The arguments for reducing energy demand in housing are well rehearsed – carbon emissions, energy security, living costs and the scourge of fuel poverty. The benefits are multiple, both directly and indirectly, improving housing quality, economic and environmental sustainability, and providing employment in the process.
We have to make our homes more energy efficient. But we love our old buildings – and there are a lot of them. Over three quarters of the UK’s homes were built before 1980 and nearly one fif th are over 100 years old. They form the character of our cities, our towns and our villages. So we are highly unlikely to knock them all down and build new ones.
We have to radically improve the energy performance of existing buildings. Getting the emissions from heating and powering our buildings to near zero by 2050 and reaching a minimum B rating for all homes would be hard enough if we knocked everything down and started from scratch. But as things stand, three quarters of homes are D or E rated, and 6% a chilling F or G.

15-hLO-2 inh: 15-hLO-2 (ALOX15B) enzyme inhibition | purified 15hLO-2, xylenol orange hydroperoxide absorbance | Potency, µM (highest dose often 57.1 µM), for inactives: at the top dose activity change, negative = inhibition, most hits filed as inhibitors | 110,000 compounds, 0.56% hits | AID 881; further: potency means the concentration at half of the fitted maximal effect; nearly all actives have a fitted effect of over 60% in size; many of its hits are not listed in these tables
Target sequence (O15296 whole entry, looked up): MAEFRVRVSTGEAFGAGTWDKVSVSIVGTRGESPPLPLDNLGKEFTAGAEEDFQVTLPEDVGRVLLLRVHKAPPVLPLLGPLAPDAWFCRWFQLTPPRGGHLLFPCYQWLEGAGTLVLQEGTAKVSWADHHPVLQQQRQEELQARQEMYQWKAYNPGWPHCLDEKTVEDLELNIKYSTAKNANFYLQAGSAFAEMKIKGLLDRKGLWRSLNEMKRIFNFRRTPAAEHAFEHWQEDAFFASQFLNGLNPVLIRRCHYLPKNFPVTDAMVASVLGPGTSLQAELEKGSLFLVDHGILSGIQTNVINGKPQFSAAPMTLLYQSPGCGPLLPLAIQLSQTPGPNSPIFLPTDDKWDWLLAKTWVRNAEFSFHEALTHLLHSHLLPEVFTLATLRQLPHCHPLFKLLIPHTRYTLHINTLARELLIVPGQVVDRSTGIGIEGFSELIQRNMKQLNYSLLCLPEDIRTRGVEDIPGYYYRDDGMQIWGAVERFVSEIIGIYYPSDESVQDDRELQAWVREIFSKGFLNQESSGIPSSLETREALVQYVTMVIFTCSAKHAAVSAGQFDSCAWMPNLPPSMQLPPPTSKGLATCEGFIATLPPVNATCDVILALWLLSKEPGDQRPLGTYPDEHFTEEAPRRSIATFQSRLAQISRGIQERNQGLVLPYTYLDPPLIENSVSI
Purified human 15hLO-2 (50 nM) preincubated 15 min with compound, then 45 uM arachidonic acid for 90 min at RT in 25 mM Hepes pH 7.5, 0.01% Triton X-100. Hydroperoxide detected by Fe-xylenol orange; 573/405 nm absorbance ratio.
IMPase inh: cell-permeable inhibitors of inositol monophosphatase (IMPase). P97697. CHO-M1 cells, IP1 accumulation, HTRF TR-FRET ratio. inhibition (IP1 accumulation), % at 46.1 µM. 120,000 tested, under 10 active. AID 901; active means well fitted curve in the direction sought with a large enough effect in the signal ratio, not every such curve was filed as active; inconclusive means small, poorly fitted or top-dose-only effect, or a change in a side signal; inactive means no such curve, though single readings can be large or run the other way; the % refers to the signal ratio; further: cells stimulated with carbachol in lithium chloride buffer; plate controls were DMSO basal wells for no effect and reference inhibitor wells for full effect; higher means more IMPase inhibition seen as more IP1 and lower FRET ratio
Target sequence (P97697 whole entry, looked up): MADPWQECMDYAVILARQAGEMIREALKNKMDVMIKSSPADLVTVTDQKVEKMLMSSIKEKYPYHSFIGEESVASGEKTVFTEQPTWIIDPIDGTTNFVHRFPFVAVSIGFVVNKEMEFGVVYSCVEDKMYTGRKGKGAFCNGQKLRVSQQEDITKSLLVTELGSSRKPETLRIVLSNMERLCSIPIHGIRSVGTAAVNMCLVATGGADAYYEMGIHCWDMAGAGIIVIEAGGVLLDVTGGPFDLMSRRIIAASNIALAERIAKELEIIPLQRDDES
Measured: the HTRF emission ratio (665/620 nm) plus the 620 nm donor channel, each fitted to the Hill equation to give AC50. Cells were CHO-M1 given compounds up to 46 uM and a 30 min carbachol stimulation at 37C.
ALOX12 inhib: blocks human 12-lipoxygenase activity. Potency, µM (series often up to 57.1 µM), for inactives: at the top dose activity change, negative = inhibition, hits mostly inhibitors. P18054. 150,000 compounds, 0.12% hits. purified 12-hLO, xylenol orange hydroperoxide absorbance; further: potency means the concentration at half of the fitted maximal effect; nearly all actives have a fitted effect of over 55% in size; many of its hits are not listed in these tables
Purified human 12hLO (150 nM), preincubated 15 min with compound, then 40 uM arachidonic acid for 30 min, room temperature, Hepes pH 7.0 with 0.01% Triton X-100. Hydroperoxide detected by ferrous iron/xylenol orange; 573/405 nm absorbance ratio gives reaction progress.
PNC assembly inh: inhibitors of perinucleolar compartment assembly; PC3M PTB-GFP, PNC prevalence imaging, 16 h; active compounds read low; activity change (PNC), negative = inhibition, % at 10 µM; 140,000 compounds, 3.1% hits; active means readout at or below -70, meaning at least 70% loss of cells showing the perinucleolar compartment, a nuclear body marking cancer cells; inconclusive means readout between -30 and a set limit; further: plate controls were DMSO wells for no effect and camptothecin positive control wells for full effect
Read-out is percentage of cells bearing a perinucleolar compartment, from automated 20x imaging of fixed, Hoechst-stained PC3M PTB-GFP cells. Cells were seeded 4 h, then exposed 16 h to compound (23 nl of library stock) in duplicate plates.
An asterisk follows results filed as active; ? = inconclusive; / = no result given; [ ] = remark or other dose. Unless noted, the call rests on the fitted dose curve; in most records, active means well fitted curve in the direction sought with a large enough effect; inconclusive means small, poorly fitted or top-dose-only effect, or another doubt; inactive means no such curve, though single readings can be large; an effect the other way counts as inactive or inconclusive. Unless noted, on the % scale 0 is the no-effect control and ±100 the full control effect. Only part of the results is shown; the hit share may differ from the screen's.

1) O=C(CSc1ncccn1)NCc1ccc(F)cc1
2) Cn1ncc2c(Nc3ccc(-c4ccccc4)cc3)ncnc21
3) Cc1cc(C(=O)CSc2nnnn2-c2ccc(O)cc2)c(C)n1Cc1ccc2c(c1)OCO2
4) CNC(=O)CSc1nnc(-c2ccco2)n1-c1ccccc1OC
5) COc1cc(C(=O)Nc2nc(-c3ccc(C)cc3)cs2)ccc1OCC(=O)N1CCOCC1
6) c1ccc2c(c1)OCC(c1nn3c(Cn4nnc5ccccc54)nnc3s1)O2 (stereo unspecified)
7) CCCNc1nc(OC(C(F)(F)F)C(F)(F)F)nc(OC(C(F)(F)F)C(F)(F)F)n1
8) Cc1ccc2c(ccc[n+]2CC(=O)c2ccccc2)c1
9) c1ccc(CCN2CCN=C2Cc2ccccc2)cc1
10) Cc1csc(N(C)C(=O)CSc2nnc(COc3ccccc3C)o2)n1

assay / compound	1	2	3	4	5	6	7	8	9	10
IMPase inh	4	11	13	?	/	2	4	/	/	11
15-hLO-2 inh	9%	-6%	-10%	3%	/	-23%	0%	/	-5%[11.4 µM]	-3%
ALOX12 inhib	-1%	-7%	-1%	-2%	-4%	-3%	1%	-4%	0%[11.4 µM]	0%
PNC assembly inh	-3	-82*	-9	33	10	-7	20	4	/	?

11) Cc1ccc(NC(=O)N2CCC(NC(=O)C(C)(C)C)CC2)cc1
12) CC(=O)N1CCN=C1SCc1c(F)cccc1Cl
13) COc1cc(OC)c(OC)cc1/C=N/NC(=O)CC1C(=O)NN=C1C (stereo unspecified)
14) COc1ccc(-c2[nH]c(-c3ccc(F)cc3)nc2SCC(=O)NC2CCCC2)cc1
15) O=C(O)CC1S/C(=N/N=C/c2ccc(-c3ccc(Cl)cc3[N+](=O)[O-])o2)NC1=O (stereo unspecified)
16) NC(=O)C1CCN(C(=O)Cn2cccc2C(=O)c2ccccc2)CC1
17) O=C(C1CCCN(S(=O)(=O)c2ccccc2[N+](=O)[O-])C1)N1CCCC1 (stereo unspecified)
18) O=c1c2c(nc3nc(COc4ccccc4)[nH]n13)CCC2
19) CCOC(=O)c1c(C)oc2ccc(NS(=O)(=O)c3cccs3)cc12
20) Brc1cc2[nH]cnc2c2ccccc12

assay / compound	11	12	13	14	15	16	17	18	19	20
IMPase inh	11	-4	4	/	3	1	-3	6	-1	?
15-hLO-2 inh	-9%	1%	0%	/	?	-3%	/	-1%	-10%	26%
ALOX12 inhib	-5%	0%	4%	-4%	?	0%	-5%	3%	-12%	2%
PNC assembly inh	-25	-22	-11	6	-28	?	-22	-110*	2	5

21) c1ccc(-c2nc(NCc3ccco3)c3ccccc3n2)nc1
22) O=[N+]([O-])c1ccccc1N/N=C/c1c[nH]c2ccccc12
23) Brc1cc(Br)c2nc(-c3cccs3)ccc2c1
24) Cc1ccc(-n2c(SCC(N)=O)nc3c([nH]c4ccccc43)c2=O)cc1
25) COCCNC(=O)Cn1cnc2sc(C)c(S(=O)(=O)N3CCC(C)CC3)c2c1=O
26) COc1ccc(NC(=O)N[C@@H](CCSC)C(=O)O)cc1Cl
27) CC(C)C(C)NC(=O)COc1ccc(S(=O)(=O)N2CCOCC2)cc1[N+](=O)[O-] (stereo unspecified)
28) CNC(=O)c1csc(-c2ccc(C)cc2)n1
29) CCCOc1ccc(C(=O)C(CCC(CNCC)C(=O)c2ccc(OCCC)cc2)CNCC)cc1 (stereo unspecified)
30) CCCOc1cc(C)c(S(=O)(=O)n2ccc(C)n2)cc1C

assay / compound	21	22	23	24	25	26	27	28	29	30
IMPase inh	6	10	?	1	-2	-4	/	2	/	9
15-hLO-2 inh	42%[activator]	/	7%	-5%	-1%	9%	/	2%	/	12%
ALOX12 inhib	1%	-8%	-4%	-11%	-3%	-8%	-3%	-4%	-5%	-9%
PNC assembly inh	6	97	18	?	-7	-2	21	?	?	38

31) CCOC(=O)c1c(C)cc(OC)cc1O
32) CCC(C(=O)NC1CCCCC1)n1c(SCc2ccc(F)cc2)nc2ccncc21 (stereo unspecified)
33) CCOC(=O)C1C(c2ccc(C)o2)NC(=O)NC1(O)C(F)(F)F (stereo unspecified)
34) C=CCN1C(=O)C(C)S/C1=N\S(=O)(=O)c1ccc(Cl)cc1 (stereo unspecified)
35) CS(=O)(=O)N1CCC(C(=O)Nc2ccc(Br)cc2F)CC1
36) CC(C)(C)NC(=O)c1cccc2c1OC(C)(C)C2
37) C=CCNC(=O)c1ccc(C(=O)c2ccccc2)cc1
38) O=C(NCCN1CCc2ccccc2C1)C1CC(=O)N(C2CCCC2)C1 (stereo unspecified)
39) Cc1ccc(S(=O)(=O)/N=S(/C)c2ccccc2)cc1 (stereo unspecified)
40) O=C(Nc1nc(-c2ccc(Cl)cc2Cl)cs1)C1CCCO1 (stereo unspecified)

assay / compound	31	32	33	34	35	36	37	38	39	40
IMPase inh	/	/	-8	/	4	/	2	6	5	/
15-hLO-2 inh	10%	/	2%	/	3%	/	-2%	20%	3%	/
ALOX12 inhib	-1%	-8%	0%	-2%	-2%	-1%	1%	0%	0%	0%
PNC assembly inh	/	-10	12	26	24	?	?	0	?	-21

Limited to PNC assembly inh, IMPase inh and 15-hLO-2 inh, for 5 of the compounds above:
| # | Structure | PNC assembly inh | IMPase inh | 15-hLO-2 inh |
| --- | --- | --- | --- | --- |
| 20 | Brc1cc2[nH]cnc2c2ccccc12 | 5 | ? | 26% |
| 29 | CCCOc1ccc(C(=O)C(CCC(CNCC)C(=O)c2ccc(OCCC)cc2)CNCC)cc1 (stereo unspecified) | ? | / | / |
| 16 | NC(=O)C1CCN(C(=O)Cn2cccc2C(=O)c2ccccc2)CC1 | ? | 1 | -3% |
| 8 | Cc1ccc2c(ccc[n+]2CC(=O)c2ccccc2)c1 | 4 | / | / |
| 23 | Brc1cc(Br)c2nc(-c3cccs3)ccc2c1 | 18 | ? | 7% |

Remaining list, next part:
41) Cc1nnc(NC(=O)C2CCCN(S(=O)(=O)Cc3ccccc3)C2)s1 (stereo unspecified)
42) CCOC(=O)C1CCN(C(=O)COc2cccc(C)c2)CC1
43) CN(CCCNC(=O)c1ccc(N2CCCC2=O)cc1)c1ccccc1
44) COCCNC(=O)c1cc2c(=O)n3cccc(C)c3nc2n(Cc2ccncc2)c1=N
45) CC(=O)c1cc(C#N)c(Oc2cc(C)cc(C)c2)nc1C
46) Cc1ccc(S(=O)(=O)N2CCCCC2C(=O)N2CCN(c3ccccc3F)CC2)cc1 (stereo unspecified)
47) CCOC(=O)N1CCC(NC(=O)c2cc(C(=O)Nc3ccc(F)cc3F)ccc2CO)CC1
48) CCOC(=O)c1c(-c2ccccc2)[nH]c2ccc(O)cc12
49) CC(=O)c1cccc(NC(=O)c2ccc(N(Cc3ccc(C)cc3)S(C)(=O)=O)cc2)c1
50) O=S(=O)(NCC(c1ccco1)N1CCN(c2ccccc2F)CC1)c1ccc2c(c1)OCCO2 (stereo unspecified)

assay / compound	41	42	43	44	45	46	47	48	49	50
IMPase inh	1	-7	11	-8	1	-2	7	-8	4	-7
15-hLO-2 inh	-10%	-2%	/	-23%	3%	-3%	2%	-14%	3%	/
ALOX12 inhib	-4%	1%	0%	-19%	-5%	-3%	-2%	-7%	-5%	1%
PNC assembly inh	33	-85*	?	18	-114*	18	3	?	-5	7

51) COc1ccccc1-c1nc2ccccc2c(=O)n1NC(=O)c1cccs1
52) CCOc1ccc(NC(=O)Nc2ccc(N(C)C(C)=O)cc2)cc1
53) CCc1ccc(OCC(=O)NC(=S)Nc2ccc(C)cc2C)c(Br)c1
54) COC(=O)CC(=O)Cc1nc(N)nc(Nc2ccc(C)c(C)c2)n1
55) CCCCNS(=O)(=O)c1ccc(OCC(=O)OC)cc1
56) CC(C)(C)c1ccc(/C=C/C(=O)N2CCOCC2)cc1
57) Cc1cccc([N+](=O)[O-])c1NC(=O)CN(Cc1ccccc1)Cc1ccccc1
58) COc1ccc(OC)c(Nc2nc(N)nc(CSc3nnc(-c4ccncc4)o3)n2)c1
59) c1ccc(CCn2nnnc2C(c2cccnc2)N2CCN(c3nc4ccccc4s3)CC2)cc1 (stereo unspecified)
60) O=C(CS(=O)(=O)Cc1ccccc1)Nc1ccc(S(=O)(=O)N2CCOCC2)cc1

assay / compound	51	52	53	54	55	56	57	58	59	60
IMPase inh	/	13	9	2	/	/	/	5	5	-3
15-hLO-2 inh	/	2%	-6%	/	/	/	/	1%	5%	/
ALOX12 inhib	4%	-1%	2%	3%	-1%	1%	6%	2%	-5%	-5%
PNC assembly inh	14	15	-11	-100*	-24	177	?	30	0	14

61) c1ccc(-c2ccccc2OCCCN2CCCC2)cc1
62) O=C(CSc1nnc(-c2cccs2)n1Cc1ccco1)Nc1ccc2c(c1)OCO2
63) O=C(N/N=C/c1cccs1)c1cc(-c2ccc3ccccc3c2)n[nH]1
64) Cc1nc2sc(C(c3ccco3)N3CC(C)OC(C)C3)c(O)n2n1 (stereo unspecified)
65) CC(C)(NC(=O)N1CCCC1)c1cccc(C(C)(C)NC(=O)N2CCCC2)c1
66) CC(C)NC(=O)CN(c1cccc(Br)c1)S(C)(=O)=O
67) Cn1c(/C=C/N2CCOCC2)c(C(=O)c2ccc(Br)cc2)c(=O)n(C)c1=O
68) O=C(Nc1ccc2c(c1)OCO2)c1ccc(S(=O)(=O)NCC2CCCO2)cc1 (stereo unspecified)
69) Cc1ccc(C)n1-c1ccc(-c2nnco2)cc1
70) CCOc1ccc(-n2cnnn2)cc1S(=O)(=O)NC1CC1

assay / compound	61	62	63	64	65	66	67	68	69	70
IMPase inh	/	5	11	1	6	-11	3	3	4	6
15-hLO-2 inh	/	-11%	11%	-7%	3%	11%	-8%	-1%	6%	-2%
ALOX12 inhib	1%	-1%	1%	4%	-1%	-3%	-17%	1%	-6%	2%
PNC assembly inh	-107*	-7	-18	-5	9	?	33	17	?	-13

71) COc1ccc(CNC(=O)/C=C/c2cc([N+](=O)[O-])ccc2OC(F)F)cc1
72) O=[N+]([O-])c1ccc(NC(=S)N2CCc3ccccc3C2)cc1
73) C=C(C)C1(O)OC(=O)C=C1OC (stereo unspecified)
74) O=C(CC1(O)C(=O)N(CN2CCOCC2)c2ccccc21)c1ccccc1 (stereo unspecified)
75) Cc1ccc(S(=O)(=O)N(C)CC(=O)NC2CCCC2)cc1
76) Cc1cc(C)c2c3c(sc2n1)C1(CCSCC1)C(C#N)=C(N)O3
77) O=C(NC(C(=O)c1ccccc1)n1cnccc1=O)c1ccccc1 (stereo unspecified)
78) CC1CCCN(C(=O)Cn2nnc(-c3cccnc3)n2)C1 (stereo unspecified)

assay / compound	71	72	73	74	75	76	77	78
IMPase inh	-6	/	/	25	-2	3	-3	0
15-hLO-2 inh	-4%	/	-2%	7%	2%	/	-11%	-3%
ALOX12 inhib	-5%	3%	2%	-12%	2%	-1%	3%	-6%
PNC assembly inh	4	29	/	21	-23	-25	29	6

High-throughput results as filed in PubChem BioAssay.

We need to use all the tried and tested technologies, not just the ‘quick wins: insulating throughout, efficient heating and lighting, as well as renewable. It’s an investment in the future, it costs money, and it will be disruptive, as building works nearly always are.
A large proportion of our homes are in private ownership. Public money is tighter than ever. But home owners are getting work done on their homes all the time –repairs, maintenance and a whole range of home improvements. This is a huge market, estimated to be worth £28bn per annum. If we include energy improvements at the same time we can reduce the costs – and disruption – from major to marginal
Much of this mainstream building work is done by small building trades companies operating locally. Typically the first port of call for home-owners looking to make repairs or home improvements, it is these people who are at the front line in the campaign to future-proof our homes and should therefore be who we engage, enable and empower to achieve this mammoth task.
Time marches on, and we need to start now. The big results we need depend on millions of small decisions, detail and actions. So to achieve them we need to think long-term, think small and think local.
Catrin Maby OBE, is Chief Executive of sustainable energy charity, Severn Wye Energy Agency, and is coordinating the Countdown to Low Carbon Homes project to develop and trial a model for community-scale retrofit of homes, supported by the Technology Strategy Board and Sainsbury Family Charitable Trusts.